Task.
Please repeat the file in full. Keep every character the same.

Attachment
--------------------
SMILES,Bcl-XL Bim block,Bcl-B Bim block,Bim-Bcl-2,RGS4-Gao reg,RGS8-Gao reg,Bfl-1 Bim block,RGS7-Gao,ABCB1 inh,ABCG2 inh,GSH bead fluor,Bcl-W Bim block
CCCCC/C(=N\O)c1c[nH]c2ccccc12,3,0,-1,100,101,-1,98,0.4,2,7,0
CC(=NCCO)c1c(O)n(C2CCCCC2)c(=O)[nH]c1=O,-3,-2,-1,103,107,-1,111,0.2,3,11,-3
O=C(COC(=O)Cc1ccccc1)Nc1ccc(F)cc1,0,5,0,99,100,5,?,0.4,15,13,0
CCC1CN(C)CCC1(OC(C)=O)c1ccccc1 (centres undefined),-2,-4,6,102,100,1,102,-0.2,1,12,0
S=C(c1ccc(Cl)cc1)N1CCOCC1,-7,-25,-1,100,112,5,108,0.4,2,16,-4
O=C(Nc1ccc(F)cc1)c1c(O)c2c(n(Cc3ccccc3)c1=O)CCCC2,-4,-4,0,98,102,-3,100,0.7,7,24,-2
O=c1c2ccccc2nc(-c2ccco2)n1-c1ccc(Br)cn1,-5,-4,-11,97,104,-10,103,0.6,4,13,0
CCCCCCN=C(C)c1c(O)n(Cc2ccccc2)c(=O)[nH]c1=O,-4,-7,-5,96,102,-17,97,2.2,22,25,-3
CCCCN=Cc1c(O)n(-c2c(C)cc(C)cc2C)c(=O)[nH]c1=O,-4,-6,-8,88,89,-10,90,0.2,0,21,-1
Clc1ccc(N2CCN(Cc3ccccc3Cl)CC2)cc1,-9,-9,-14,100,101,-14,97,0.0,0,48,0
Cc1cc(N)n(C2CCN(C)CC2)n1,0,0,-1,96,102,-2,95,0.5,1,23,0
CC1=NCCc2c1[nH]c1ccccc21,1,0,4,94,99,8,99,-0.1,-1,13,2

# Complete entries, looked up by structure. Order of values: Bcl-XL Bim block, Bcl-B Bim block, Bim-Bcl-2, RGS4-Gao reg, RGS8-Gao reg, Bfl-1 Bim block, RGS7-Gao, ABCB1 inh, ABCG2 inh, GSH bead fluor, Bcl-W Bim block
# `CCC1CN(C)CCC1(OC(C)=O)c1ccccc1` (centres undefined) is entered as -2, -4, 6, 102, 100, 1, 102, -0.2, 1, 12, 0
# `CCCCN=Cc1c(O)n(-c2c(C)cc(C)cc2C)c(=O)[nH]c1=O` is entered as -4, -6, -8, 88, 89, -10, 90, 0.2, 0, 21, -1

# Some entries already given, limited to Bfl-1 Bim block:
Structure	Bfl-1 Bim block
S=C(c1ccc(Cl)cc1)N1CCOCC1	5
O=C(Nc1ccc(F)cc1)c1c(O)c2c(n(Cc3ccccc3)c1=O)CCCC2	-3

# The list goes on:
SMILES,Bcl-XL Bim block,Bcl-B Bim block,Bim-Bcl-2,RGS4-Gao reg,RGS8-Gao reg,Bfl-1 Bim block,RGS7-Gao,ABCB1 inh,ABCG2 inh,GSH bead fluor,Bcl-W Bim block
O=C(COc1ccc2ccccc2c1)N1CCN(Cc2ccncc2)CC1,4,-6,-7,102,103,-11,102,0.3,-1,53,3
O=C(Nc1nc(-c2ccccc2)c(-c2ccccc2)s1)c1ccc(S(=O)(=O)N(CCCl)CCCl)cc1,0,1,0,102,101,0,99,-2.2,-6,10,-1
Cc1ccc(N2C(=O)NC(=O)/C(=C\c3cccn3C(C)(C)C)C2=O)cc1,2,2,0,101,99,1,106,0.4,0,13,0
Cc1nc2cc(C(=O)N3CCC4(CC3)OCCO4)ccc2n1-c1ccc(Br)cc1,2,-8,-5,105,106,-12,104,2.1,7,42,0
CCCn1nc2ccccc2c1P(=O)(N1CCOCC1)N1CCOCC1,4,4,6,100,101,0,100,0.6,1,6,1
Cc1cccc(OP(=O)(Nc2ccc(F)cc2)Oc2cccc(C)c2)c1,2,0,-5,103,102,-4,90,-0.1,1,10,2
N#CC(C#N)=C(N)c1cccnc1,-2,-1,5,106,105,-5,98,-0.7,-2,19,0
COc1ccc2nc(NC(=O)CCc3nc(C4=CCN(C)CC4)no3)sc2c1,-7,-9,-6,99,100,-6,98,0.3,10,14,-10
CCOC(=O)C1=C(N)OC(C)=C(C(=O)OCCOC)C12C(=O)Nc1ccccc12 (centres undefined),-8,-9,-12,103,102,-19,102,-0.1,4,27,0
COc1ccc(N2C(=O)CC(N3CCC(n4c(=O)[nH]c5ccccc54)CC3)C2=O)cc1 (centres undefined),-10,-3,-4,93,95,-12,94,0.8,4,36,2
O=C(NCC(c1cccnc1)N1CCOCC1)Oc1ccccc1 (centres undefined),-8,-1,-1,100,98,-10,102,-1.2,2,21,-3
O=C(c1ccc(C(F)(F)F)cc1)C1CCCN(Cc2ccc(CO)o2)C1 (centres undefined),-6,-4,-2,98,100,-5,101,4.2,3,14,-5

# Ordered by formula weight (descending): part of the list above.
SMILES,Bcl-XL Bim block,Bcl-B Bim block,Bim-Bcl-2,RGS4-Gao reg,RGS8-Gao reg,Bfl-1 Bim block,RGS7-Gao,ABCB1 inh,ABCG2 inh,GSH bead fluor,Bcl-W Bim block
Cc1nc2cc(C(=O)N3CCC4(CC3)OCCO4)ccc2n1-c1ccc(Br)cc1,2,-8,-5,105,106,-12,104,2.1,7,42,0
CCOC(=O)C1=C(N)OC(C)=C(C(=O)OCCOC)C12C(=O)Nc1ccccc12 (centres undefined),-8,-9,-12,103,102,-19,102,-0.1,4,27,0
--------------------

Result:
SMILES,Bcl-XL Bim block,Bcl-B Bim block,Bim-Bcl-2,RGS4-Gao reg,RGS8-Gao reg,Bfl-1 Bim block,RGS7-Gao,ABCB1 inh,ABCG2 inh,GSH bead fluor,Bcl-W Bim block
CCCCC/C(=N\O)c1c[nH]c2ccccc12,3,0,-1,100,101,-1,98,0.4,2,7,0
CC(=NCCO)c1c(O)n(C2CCCCC2)c(=O)[nH]c1=O,-3,-2,-1,103,107,-1,111,0.2,3,11,-3
O=C(COC(=O)Cc1ccccc1)Nc1ccc(F)cc1,0,5,0,99,100,5,?,0.4,15,13,0
CCC1CN(C)CCC1(OC(C)=O)c1ccccc1 (centres undefined),-2,-4,6,102,100,1,102,-0.2,1,12,0
S=C(c1ccc(Cl)cc1)N1CCOCC1,-7,-25,-1,100,112,5,108,0.4,2,16,-4
O=C(Nc1ccc(F)cc1)c1c(O)c2c(n(Cc3ccccc3)c1=O)CCCC2,-4,-4,0,98,102,-3,100,0.7,7,24,-2
O=c1c2ccccc2nc(-c2ccco2)n1-c1ccc(Br)cn1,-5,-4,-11,97,104,-10,103,0.6,4,13,0
CCCCCCN=C(C)c1c(O)n(Cc2ccccc2)c(=O)[nH]c1=O,-4,-7,-5,96,102,-17,97,2.2,22,25,-3
CCCCN=Cc1c(O)n(-c2c(C)cc(C)cc2C)c(=O)[nH]c1=O,-4,-6,-8,88,89,-10,90,0.2,0,21,-1
Clc1ccc(N2CCN(Cc3ccccc3Cl)CC2)cc1,-9,-9,-14,100,101,-14,97,0.0,0,48,0
Cc1cc(N)n(C2CCN(C)CC2)n1,0,0,-1,96,102,-2,95,0.5,1,23,0
CC1=NCCc2c1[nH]c1ccccc21,1,0,4,94,99,8,99,-0.1,-1,13,2

# Complete entries, looked up by structure. Order of values: Bcl-XL Bim block, Bcl-B Bim block, Bim-Bcl-2, RGS4-Gao reg, RGS8-Gao reg, Bfl-1 Bim block, RGS7-Gao, ABCB1 inh, ABCG2 inh, GSH bead fluor, Bcl-W Bim block
# `CCC1CN(C)CCC1(OC(C)=O)c1ccccc1` (centres undefined) is entered as -2, -4, 6, 102, 100, 1, 102, -0.2, 1, 12, 0
# `CCCCN=Cc1c(O)n(-c2c(C)cc(C)cc2C)c(=O)[nH]c1=O` is entered as -4, -6, -8, 88, 89, -10, 90, 0.2, 0, 21, -1

# Some entries already given, limited to Bfl-1 Bim block:
Structure	Bfl-1 Bim block
S=C(c1ccc(Cl)cc1)N1CCOCC1	5
O=C(Nc1ccc(F)cc1)c1c(O)c2c(n(Cc3ccccc3)c1=O)CCCC2	-3

# The list goes on:
SMILES,Bcl-XL Bim block,Bcl-B Bim block,Bim-Bcl-2,RGS4-Gao reg,RGS8-Gao reg,Bfl-1 Bim block,RGS7-Gao,ABCB1 inh,ABCG2 inh,GSH bead fluor,Bcl-W Bim block
O=C(COc1ccc2ccccc2c1)N1CCN(Cc2ccncc2)CC1,4,-6,-7,102,103,-11,102,0.3,-1,53,3
O=C(Nc1nc(-c2ccccc2)c(-c2ccccc2)s1)c1ccc(S(=O)(=O)N(CCCl)CCCl)cc1,0,1,0,102,101,0,99,-2.2,-6,10,-1
Cc1ccc(N2C(=O)NC(=O)/C(=C\c3cccn3C(C)(C)C)C2=O)cc1,2,2,0,101,99,1,106,0.4,0,13,0
Cc1nc2cc(C(=O)N3CCC4(CC3)OCCO4)ccc2n1-c1ccc(Br)cc1,2,-8,-5,105,106,-12,104,2.1,7,42,0
CCCn1nc2ccccc2c1P(=O)(N1CCOCC1)N1CCOCC1,4,4,6,100,101,0,100,0.6,1,6,1
Cc1cccc(OP(=O)(Nc2ccc(F)cc2)Oc2cccc(C)c2)c1,2,0,-5,103,102,-4,90,-0.1,1,10,2
N#CC(C#N)=C(N)c1cccnc1,-2,-1,5,106,105,-5,98,-0.7,-2,19,0
COc1ccc2nc(NC(=O)CCc3nc(C4=CCN(C)CC4)no3)sc2c1,-7,-9,-6,99,100,-6,98,0.3,10,14,-10
CCOC(=O)C1=C(N)OC(C)=C(C(=O)OCCOC)C12C(=O)Nc1ccccc12 (centres undefined),-8,-9,-12,103,102,-19,102,-0.1,4,27,0
COc1ccc(N2C(=O)CC(N3CCC(n4c(=O)[nH]c5ccccc54)CC3)C2=O)cc1 (centres undefined),-10,-3,-4,93,95,-12,94,0.8,4,36,2
O=C(NCC(c1cccnc1)N1CCOCC1)Oc1ccccc1 (centres undefined),-8,-1,-1,100,98,-10,102,-1.2,2,21,-3
O=C(c1ccc(C(F)(F)F)cc1)C1CCCN(Cc2ccc(CO)o2)C1 (centres undefined),-6,-4,-2,98,100,-5,101,4.2,3,14,-5

# Ordered by formula weight (descending): part of the list above.
SMILES,Bcl-XL Bim block,Bcl-B Bim block,Bim-Bcl-2,RGS4-Gao reg,RGS8-Gao reg,Bfl-1 Bim block,RGS7-Gao,ABCB1 inh,ABCG2 inh,GSH bead fluor,Bcl-W Bim block
Cc1nc2cc(C(=O)N3CCC4(CC3)OCCO4)ccc2n1-c1ccc(Br)cc1,2,-8,-5,105,106,-12,104,2.1,7,42,0
CCOC(=O)C1=C(N)OC(C)=C(C(=O)OCCOC)C12C(=O)Nc1ccccc12 (centres undefined),-8,-9,-12,103,102,-19,102,-0.1,4,27,0